|Whigham Grendell, Leah|
|JOHNSON, LUANN - University Of North Dakota|
Submitted to: Federation of American Societies for Experimental Biology Conference
Publication Type: Abstract Only
Publication Acceptance Date: 11/2/2012
Publication Date: 4/9/2013
Citation: Whigham Grendell, L.D., Jahns, L.A., Claycombe, K.J., Johnson, L. 2013. Consumption of carotenoid-rich diet improves plasma inflammatory markers. Federation of American Societies for Experimental Biology Conference. 27:846.2.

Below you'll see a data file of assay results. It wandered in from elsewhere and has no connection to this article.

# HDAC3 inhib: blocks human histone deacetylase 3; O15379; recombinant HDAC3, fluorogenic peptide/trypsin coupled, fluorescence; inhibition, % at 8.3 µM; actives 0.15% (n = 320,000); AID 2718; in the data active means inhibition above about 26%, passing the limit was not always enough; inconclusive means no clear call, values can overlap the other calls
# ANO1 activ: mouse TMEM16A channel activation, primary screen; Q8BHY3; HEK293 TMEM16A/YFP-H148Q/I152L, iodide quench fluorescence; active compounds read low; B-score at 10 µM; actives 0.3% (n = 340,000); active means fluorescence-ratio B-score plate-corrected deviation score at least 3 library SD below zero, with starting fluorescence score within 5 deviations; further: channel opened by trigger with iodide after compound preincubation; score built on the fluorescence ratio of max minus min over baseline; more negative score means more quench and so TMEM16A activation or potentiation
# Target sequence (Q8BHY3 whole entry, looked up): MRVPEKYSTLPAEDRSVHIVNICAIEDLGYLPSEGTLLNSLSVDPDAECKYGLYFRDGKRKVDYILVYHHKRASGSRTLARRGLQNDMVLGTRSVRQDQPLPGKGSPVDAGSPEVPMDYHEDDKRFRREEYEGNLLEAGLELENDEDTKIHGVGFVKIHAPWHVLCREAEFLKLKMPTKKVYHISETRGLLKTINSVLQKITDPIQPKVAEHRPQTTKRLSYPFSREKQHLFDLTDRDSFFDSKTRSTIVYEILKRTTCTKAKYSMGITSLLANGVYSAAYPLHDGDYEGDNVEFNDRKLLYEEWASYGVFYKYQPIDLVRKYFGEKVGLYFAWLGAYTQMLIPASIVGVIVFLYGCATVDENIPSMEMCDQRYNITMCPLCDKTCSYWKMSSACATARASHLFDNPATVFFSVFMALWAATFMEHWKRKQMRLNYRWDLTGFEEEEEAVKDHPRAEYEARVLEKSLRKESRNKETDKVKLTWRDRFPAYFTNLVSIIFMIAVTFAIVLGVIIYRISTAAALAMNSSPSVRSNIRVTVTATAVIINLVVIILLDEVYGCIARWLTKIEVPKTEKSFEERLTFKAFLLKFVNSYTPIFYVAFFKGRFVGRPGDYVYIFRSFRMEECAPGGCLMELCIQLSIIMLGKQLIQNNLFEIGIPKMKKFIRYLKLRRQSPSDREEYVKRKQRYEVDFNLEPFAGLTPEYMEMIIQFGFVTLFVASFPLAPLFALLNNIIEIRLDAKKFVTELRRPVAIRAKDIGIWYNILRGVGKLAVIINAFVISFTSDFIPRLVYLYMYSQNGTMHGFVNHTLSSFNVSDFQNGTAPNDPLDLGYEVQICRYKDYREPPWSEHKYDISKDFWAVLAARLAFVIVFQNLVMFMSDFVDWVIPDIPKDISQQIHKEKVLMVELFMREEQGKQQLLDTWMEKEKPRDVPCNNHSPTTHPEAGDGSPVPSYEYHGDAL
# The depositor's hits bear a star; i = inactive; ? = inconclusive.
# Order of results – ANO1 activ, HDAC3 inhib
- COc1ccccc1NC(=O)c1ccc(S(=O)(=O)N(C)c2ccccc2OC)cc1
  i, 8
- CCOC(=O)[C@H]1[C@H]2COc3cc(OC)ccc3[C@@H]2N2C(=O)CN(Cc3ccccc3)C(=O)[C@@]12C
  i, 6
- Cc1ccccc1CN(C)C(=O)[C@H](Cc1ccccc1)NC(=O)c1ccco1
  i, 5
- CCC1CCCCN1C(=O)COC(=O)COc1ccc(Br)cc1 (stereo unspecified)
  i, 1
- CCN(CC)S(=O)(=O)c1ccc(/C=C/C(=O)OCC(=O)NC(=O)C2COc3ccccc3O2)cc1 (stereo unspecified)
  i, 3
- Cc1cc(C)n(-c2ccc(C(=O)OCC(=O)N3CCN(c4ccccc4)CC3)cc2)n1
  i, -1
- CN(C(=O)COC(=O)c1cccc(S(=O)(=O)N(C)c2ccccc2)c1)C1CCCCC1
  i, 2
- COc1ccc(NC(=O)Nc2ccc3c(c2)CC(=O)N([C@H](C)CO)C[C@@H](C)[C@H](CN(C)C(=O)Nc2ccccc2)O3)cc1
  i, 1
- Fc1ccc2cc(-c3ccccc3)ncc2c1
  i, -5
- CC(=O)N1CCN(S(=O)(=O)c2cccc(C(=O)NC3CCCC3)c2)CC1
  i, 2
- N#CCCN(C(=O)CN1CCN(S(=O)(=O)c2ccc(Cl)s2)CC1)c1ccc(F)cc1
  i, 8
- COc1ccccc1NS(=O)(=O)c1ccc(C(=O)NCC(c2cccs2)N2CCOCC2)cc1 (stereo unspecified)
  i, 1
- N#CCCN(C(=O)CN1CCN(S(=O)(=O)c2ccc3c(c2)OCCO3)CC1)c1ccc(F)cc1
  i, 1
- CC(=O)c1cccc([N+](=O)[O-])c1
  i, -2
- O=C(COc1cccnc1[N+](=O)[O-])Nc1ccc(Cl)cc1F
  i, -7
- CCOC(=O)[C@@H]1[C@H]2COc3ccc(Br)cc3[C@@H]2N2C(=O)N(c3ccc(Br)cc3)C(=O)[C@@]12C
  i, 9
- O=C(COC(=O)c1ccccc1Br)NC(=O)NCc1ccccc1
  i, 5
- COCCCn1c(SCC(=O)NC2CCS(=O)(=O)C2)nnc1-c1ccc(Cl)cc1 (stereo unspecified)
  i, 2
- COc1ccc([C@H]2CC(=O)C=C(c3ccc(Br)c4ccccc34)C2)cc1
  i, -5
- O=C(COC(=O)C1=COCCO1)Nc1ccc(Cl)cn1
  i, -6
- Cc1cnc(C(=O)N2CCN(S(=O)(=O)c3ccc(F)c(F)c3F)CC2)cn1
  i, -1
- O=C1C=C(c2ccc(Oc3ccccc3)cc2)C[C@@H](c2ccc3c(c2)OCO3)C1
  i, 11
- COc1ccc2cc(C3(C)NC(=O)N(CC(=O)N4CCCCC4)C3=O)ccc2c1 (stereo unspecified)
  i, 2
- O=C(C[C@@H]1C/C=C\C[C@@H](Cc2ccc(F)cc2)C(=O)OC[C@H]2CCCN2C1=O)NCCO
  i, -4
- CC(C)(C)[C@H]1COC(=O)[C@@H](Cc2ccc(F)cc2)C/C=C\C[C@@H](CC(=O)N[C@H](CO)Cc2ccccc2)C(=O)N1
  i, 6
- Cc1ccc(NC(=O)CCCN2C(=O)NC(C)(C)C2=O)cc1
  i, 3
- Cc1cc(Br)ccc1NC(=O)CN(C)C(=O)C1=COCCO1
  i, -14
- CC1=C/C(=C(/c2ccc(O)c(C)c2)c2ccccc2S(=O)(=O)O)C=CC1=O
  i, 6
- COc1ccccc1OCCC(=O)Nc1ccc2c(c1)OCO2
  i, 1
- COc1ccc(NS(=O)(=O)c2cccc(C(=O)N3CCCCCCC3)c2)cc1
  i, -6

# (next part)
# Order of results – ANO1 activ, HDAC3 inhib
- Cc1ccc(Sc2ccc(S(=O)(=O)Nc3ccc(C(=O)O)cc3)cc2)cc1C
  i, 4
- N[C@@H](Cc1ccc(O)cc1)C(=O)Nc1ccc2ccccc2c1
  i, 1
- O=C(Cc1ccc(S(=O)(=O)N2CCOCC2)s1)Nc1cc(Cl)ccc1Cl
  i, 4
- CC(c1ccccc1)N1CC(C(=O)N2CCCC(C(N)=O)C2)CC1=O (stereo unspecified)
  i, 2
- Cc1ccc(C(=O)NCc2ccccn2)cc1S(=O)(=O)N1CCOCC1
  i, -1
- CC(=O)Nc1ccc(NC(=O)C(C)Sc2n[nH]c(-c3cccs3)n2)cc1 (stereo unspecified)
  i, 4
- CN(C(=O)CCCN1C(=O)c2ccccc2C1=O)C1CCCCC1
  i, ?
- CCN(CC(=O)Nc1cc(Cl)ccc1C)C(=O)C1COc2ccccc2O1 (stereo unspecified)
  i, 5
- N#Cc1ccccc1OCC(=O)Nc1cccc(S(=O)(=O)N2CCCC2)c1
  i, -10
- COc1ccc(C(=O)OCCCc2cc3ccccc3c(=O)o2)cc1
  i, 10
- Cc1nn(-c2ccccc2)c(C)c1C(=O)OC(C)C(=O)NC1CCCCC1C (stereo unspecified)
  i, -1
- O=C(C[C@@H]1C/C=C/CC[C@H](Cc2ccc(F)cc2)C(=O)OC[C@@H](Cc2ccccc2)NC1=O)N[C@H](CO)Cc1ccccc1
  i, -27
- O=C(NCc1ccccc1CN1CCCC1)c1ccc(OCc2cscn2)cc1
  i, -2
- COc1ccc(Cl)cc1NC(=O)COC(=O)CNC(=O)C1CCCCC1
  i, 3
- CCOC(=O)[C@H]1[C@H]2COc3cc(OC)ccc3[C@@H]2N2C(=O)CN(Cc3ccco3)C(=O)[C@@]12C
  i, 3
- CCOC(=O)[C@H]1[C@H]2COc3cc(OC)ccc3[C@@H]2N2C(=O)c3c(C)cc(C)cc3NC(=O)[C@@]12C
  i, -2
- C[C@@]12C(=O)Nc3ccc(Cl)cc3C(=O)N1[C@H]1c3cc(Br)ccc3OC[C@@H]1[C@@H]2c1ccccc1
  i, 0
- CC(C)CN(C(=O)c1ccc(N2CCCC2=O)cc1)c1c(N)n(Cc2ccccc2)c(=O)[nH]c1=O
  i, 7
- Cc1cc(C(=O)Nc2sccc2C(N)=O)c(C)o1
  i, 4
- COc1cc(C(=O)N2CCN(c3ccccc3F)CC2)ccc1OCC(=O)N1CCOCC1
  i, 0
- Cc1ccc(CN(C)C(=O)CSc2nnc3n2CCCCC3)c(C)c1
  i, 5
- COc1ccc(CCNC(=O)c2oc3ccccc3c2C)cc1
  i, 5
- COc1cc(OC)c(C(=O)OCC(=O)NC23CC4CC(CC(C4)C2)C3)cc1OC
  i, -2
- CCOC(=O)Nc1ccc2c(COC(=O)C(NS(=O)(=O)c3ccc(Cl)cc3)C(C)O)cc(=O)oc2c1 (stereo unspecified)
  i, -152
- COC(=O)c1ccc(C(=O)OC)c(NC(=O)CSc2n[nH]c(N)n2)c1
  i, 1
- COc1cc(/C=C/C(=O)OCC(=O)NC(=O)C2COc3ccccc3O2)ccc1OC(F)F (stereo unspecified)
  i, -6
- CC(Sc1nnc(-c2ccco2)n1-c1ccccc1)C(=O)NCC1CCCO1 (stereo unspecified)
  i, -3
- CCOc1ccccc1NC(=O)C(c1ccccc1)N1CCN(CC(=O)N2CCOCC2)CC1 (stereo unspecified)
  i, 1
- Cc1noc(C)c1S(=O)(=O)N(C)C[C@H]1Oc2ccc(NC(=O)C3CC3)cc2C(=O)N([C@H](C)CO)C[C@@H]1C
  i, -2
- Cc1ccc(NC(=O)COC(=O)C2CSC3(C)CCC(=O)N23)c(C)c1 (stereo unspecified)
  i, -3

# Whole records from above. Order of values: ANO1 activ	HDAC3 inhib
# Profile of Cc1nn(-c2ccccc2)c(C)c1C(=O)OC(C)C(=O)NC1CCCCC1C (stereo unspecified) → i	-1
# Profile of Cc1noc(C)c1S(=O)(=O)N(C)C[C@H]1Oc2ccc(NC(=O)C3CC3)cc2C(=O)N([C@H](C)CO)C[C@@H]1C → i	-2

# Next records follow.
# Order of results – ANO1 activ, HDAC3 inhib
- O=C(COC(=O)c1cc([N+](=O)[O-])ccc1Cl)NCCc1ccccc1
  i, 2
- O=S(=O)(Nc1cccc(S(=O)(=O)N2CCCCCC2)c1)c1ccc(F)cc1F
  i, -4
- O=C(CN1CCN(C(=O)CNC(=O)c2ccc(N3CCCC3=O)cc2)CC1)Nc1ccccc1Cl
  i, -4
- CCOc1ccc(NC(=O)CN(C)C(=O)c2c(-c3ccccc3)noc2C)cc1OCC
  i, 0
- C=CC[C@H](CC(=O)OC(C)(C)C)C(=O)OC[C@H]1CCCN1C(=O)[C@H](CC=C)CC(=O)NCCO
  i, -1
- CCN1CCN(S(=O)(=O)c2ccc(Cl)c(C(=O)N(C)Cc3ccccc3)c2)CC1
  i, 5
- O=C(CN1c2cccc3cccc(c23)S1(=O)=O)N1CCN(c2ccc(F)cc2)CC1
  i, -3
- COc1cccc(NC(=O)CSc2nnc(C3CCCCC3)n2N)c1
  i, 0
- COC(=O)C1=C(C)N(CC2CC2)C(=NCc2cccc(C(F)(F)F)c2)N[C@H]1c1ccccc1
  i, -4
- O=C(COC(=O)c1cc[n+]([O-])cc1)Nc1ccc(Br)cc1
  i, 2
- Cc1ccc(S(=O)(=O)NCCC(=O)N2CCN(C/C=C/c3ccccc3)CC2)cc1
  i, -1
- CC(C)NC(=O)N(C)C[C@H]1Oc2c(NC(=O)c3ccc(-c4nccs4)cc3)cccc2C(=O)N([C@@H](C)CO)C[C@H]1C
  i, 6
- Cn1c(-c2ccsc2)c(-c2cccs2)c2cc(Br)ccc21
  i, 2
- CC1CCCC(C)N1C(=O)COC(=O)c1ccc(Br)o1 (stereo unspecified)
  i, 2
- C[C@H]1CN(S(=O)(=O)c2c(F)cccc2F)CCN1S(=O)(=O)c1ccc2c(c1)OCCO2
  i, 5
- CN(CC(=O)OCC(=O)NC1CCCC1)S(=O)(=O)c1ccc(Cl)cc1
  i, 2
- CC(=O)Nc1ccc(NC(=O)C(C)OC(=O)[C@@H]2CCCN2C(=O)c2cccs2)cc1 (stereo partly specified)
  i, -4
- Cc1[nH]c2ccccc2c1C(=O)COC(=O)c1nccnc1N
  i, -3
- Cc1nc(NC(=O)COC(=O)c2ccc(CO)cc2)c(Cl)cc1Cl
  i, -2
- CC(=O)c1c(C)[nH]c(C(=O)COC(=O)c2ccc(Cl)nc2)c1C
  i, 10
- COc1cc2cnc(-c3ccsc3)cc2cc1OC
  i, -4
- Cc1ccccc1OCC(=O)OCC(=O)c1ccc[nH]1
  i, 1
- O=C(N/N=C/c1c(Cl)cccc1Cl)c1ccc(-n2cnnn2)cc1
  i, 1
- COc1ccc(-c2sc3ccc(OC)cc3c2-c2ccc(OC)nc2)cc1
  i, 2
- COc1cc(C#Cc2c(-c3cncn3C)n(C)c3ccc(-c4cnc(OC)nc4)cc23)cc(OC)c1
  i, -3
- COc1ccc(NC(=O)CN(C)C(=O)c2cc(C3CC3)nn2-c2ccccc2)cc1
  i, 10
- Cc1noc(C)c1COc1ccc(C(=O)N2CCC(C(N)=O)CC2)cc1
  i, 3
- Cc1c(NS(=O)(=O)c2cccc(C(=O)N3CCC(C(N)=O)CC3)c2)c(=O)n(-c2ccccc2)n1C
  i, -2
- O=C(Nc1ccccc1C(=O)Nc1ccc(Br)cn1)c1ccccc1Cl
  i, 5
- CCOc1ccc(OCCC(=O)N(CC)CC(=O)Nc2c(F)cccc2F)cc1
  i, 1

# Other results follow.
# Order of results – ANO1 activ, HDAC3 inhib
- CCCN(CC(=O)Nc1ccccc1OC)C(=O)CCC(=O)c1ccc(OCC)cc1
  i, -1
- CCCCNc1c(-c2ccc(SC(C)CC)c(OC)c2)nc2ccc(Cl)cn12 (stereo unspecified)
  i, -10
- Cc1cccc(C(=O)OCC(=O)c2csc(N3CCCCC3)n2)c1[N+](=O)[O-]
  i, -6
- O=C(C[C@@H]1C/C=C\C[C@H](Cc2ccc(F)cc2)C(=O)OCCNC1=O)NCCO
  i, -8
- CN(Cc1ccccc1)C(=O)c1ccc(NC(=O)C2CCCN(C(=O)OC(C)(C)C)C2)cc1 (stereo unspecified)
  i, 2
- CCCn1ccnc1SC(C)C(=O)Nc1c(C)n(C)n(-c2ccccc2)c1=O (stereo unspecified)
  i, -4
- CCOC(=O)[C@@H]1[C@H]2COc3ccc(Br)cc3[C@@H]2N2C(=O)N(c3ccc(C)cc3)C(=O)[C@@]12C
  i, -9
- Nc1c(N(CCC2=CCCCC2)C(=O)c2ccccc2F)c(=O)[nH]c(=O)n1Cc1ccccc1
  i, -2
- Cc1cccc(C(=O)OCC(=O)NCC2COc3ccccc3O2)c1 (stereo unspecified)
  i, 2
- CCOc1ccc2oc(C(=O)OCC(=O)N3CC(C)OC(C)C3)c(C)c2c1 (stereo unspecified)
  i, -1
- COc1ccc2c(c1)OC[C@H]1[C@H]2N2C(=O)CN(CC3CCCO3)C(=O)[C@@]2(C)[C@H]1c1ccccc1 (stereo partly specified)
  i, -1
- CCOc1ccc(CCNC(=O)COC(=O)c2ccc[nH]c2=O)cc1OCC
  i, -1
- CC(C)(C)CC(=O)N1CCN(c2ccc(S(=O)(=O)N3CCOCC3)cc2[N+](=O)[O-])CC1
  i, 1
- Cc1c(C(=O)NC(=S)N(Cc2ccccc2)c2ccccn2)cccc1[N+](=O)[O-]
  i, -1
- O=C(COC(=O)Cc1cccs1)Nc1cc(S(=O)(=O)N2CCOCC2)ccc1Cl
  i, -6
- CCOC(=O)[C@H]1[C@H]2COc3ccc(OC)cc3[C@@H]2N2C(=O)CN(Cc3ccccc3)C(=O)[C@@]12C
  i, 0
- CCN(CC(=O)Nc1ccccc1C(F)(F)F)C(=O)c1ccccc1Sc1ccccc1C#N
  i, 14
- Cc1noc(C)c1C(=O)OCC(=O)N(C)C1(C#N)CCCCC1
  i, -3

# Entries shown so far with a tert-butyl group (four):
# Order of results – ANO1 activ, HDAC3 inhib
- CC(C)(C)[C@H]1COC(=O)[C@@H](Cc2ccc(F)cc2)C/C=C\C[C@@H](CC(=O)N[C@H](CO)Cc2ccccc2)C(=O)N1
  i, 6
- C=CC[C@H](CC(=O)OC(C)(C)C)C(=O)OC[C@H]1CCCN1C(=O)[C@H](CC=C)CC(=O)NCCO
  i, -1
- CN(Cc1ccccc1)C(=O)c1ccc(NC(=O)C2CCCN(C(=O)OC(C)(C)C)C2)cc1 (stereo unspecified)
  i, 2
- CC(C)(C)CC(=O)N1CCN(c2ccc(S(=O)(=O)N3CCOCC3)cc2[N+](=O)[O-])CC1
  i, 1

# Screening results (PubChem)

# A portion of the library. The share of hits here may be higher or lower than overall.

Technical Abstract: Multiple studies have investigated the effects of carotenoids on a limited selection of cytokines. However, inflammation is a complex system involving numerous interacting cytokines. In this study, a broad array of 30 cytokines was measured after consumption of low- and high-carotenoid diets. Nine men and 19 women (age 32.3 ± 13.1 y, BMI 23.9 ± 3.2 kg/m2) consumed their usual diet while excluding high-carotenoids foods (6 wk, depletion) followed by a provided diet based on the Dietary Guidelines (8 wk, repletion; 62 mg carotenoids/d). Plasma was collected after an overnight fast at baseline, end of depletion, and end of repletion. Cytokine concentrations (Milliplex Human Cytokine/Chemokine kits) at each time point were ranked within each subject and analyzed using repeated measures ANOVA followed by Tukey contrasts. Compared to baseline, levels of the pro-inflammatory cytokines tumor necrosis factor (TNF)-', macrophage inflammatory protein (MIP)-1', and MIP-1' were no different after depletion, but levels were decreased after carotenoid repletion (p < 0.05). Interferon-', which can act to inhibit TNF-' secretion, increased after repletion. There was no effect of diet on the other 26 cytokines. These data support an anti-inflammatory role of dietary carotenoids in healthy volunteers. Study supported by USDA-ARS Grand Forks Human Nutrition Research Center.